King Tut's dagger was forged from meteorite


#1

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#2

Or you know, they noticed it produced higher quality end products than the iron and bronze normally available. Occam’s razor and all that.


#3

Sure, but everybody knows that Ra provides the best metals. Trust Osiris for metals? Come on!


#4

Occam had a RAZOR made out of a meteorite? Cool!


#5

/me looks for @khepra to pop up here…


#6

Oh I dearly hope not.


#7

#8

Exactamundo.
They valued meteoric iron because it was the only iron that they had access to.

Iron was a metal of mythical character. It was called the 'metal of heaven', because Egyptians knew it mainly from meteoric iron. Iron deposits in Egypt were not worked before the Late or Greco-Roman periods.The earliest iron smelting places in Egypt were found at Naukratis and Defenna. Early iron comes highly likely from meteoric iron. Iron production requires temperatures from 1100-1150 °C (the same as for copper smelting). Iron objects appear very sporadically since Naqada III in Egypt. In Egypt iron comes into common usage only from about 500 BC. The normal way to treat iron is to hammer it. Cast iron was not common.
Metal in Egypt

#9

Well, yeah, it kind of goes both ways.

The metal falls from the sky, the Balinese, Javanese, Egyptians, and many other cultures forge the metal into blades, the blades are exceptional because they are made from meteoritic nickel-iron that nobody knows how to make yet, and thus the sky is the source of exceptional things, and round and round we go… you can stop at the chicken (the sky is magic because exceptional things fall out of it) or at the egg (the blades are magic because they are made from metal that fell from the sky) but where you decide to stop is really up to the interpreter, both in the past and in the present.


#10

[quote]The study shows the ancient Egyptians attributed great value to meteoritic iron for the production of precious objects, possibly perceiving those chunks of iron falling from the sky as a divine message.[/quote]Ha ha, we would never do something like that. The D20s don’t count.


#11

Biggest regret of not spending money irresponsibly:

A nice letter opener made from a meteorite in Colorado. It was a Damascus steel type forged one.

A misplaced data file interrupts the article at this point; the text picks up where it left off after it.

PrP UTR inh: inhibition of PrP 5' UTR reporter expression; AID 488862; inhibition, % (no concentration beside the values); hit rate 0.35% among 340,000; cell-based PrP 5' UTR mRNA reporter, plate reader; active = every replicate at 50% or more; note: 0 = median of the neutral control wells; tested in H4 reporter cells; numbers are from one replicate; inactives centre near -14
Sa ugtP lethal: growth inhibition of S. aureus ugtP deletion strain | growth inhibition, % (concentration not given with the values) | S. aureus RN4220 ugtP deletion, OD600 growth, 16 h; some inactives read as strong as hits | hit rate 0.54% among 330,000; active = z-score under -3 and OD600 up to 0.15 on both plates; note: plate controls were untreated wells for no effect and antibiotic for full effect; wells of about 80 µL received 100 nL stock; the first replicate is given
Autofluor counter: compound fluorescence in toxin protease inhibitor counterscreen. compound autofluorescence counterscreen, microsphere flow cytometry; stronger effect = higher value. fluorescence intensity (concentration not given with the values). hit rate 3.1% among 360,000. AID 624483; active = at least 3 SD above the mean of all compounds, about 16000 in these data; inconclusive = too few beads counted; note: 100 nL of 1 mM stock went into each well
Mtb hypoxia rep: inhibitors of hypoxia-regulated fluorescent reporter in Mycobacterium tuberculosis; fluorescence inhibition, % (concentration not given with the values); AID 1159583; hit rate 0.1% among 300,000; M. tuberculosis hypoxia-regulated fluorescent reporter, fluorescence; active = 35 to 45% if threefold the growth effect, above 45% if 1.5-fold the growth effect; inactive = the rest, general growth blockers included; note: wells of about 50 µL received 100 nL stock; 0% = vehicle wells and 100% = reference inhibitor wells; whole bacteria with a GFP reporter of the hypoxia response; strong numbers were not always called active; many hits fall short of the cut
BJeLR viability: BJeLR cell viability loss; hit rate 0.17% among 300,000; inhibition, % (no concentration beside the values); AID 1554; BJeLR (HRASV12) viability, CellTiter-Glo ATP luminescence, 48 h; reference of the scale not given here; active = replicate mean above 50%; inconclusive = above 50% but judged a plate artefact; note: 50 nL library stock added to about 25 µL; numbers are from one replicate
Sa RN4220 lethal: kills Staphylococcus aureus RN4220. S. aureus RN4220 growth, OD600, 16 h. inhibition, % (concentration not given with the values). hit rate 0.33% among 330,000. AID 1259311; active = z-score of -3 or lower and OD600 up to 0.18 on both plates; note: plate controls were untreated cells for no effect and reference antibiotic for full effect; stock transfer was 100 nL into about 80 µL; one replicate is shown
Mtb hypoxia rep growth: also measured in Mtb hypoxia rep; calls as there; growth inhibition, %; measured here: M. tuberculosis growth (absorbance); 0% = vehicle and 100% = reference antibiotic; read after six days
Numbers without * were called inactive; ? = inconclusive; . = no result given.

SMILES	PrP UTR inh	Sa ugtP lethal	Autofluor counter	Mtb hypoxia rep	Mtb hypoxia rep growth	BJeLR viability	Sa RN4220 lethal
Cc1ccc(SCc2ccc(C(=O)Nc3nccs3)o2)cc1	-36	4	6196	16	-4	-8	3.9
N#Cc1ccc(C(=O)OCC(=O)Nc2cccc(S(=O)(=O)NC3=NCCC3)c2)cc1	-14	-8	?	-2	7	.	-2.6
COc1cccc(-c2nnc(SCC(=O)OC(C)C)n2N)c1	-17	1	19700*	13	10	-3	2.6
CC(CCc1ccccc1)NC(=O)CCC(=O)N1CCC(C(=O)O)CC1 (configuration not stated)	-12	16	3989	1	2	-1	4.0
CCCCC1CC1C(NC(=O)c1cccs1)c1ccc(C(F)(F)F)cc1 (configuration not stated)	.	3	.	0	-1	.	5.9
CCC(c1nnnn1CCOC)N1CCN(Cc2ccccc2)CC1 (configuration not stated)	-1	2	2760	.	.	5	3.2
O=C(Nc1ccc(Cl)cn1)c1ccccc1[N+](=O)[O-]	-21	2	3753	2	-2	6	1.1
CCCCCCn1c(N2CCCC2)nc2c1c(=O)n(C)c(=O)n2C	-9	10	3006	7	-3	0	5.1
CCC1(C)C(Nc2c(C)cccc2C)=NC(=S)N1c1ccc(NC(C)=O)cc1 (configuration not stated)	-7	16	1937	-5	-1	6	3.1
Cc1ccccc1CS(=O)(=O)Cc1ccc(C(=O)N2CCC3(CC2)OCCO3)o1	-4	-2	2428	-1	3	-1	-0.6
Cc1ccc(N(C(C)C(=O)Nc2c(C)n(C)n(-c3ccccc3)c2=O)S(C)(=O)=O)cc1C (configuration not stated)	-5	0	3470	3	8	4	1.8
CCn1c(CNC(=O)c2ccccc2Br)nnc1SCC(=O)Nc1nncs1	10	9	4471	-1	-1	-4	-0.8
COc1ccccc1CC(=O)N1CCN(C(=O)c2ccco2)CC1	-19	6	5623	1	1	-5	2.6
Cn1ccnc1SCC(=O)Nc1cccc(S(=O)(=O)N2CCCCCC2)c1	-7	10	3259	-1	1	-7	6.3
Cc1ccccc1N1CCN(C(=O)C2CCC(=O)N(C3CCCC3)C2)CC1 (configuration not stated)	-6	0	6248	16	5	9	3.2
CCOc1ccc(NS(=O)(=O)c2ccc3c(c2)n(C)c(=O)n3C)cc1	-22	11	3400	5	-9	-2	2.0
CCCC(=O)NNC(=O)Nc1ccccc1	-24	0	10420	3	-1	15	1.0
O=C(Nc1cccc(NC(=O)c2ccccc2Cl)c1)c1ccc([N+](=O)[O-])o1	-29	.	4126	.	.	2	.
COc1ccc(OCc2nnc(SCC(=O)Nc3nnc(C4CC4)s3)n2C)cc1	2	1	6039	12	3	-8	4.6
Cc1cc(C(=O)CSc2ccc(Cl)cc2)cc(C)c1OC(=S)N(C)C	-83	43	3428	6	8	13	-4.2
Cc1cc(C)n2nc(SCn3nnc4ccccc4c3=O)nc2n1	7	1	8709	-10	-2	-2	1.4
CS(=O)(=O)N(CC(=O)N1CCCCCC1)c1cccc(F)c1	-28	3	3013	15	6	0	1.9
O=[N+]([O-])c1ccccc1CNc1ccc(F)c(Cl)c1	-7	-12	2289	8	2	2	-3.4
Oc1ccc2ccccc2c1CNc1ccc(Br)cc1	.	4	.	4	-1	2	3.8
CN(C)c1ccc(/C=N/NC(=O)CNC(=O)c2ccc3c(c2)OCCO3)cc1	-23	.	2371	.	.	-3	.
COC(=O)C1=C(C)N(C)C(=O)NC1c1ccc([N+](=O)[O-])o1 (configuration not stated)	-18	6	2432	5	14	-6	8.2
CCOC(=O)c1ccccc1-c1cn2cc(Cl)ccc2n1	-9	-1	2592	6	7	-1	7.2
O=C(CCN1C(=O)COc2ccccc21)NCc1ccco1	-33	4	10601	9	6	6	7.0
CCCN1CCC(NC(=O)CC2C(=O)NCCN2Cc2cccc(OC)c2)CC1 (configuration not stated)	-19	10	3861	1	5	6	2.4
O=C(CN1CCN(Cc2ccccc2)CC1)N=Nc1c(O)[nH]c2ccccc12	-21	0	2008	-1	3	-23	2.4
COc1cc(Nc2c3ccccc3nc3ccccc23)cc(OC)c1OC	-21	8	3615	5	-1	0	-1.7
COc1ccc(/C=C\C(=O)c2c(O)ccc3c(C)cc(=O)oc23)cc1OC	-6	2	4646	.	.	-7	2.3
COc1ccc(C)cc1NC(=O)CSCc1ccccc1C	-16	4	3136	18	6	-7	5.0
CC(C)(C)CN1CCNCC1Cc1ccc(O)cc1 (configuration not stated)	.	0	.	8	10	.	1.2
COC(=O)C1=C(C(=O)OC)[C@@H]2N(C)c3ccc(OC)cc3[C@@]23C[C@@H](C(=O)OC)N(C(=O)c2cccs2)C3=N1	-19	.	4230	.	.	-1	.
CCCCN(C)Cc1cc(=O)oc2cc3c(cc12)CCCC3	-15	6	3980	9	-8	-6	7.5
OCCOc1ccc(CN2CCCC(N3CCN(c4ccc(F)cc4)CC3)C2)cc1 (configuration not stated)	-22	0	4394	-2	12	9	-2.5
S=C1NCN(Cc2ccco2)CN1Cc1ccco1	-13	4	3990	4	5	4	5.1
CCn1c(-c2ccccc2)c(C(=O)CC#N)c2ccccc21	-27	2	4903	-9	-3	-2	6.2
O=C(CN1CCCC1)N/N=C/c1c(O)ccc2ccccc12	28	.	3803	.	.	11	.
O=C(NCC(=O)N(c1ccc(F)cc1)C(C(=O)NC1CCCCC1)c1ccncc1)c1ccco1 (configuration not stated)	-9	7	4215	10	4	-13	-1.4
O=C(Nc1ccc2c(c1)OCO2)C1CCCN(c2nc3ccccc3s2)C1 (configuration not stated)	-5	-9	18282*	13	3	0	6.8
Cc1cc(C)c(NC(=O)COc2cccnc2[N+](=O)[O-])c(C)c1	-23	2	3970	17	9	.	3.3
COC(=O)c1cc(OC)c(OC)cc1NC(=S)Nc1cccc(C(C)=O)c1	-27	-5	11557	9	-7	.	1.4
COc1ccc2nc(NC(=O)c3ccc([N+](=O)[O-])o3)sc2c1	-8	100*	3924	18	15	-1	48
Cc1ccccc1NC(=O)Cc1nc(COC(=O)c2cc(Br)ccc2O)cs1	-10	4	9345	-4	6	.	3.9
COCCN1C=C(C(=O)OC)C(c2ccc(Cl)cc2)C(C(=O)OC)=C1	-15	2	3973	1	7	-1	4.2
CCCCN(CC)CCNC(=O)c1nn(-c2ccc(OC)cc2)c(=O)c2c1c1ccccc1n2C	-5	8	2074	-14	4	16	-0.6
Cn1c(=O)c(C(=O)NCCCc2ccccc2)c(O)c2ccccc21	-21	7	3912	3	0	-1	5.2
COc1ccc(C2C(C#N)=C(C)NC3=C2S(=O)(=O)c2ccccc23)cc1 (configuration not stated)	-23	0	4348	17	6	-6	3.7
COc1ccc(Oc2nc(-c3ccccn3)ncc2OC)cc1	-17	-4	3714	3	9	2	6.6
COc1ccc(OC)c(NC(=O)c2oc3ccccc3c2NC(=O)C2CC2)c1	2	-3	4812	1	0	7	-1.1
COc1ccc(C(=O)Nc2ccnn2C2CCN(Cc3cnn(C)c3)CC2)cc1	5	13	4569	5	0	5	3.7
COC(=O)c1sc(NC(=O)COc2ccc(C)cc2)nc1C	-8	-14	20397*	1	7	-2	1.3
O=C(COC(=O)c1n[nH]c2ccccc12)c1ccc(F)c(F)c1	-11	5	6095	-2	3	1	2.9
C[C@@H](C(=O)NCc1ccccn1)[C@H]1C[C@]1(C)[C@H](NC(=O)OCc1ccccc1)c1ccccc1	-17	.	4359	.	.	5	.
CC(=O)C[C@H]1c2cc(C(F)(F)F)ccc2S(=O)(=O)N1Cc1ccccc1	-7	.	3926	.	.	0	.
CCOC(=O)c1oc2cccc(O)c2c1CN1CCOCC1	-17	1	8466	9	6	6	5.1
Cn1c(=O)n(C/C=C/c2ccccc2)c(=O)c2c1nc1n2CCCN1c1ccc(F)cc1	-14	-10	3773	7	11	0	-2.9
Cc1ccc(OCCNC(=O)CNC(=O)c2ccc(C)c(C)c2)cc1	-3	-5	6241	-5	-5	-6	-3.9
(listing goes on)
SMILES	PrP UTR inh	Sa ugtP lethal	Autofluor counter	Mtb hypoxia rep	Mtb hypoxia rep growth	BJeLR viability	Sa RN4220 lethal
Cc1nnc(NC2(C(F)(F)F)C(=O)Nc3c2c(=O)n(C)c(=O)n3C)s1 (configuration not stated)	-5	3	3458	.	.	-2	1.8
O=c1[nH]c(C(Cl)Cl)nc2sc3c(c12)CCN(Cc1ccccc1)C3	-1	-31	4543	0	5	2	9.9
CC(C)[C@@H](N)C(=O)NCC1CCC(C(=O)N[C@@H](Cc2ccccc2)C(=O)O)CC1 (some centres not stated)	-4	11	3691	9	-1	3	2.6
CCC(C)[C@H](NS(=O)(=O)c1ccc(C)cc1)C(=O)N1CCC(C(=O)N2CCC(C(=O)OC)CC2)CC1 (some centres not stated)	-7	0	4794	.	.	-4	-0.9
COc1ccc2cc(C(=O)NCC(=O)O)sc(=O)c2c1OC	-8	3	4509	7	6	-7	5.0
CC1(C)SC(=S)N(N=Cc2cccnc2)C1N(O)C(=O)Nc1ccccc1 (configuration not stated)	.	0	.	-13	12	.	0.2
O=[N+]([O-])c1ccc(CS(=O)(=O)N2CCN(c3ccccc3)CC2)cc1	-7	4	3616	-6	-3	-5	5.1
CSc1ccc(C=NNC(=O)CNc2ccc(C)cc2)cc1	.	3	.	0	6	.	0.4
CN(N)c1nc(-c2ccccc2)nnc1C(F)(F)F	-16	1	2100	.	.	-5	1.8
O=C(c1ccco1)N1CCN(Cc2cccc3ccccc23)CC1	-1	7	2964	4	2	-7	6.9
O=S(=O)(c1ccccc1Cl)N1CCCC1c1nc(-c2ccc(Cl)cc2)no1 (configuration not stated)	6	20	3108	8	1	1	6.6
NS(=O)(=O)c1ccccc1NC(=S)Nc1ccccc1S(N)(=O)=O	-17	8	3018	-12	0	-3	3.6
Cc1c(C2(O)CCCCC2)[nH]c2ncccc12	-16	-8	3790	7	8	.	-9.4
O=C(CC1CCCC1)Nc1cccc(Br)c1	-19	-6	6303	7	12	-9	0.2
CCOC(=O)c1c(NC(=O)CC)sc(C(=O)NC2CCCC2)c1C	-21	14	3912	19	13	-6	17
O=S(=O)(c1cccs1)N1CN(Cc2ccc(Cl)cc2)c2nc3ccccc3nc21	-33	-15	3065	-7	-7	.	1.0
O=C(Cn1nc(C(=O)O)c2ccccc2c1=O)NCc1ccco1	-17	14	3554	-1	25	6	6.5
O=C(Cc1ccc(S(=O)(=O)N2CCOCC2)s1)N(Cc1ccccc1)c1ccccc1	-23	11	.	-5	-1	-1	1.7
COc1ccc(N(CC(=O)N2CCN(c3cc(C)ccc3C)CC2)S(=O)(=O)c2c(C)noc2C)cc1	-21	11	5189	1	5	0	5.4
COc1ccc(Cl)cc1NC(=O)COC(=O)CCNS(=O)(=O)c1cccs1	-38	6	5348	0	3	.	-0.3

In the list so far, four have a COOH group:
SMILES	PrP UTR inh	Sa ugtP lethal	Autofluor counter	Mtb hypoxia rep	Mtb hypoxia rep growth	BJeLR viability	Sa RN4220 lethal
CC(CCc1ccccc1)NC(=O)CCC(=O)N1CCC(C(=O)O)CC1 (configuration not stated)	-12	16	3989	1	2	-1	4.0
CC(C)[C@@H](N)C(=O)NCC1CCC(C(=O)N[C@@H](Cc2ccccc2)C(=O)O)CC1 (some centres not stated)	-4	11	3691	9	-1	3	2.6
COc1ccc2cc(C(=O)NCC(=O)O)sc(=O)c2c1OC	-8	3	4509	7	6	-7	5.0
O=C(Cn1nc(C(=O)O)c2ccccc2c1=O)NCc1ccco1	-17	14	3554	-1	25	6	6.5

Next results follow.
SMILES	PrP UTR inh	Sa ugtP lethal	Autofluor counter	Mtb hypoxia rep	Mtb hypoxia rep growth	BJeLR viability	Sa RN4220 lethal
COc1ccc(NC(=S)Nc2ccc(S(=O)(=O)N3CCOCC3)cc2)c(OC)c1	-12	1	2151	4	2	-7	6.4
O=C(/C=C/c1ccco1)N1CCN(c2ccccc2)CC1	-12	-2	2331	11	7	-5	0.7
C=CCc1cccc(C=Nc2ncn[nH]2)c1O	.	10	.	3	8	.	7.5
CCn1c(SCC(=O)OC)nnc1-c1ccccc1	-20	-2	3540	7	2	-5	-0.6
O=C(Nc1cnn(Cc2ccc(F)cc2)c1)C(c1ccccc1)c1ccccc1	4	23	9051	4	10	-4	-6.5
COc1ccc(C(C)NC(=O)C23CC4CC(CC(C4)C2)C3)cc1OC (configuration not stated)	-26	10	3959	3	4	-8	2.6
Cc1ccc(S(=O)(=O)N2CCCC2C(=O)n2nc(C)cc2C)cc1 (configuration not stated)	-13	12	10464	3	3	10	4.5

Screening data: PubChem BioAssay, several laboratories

#12

Careful. Vandal Savage will want that back.

As in actual Damascus steel or just with the wavy pattern to make it look like Damascus steel? Cool either way, but real Damascus steel would be very valuable.


#13

Oh neat. I knew meteoric iron was found in Egyptian necklace beads before, but this is a nice lump of the stuff. I’m fascinated how Egyptians were so into so many materials. Razors and sickles made of wood and sharpened stone kept being used throughout the Bronze Age there. The Egyptians were probably the best flintknappers in the world and I’m very impressed with what they could do with alabaster.


#14

Probably pattern-welded with a modern mild steel, rather than actual Damascus.

Burton tells of an ancient Egyptian bronze chisel with the metal so expertly packed that it could cut stone or soft iron.


#15

I forget: does this make it a +2 or a +3 magic weapon, then?


#16

I guess the term is “pattern welded” - the folding of different types of steel to create a pattern in the steel, and able to blend properties of the two steels. True Damascus steel is vintage steel from Damascus, and technically their methods were lost. But modern smiths have seemed to recreated their methods. Modern Smiths have created similar steels, but still haven’t cracked the exact methods. I have have a hand made dagger and somewhere I have it written down how many folds and types of steel used.

The iron was from an AZ meteor, IIRC, whose parts were at one time pretty common to find.


#17

Still, would’ve been a nice collector’s piece. I just thought if it was a real antique it would be worth a small fortune by now. I’ve seen reproduction Damascus steel, but I’ve also seen blades that were just heat treated to make them look pattern welded.

If it makes you feel any better, I recently passed up a piece of 17th century jade carving because I couldn’t justify the expense. Sort of wished I’d pulled the trigger.


#18

See something like that I’d be afraid of a fake…


#19

Me too. But it was from a jeweler I’ve known for years who uses a reputable third party professional appraiser I’ve used myself. Nine times out of ten, something like that would be fake. Although fake blades are pretty common too, especially swords and daggers. That’s why even though I’ve been antiquing for years, most of my blades are new custom made pieces (many many good reputable bladesmiths working in the US these days that can make almost anything you want provided they can get the source materials). Too much chance of getting ripped off, even if you know what to look for, as there are a lot of superficially very good fakes that will pass muster on first or even second look.


#20

Sure, copper and bronze chisels cut stone and soft metal just fine. I always assumed these were work hardened rather than some phase change or heat treatment.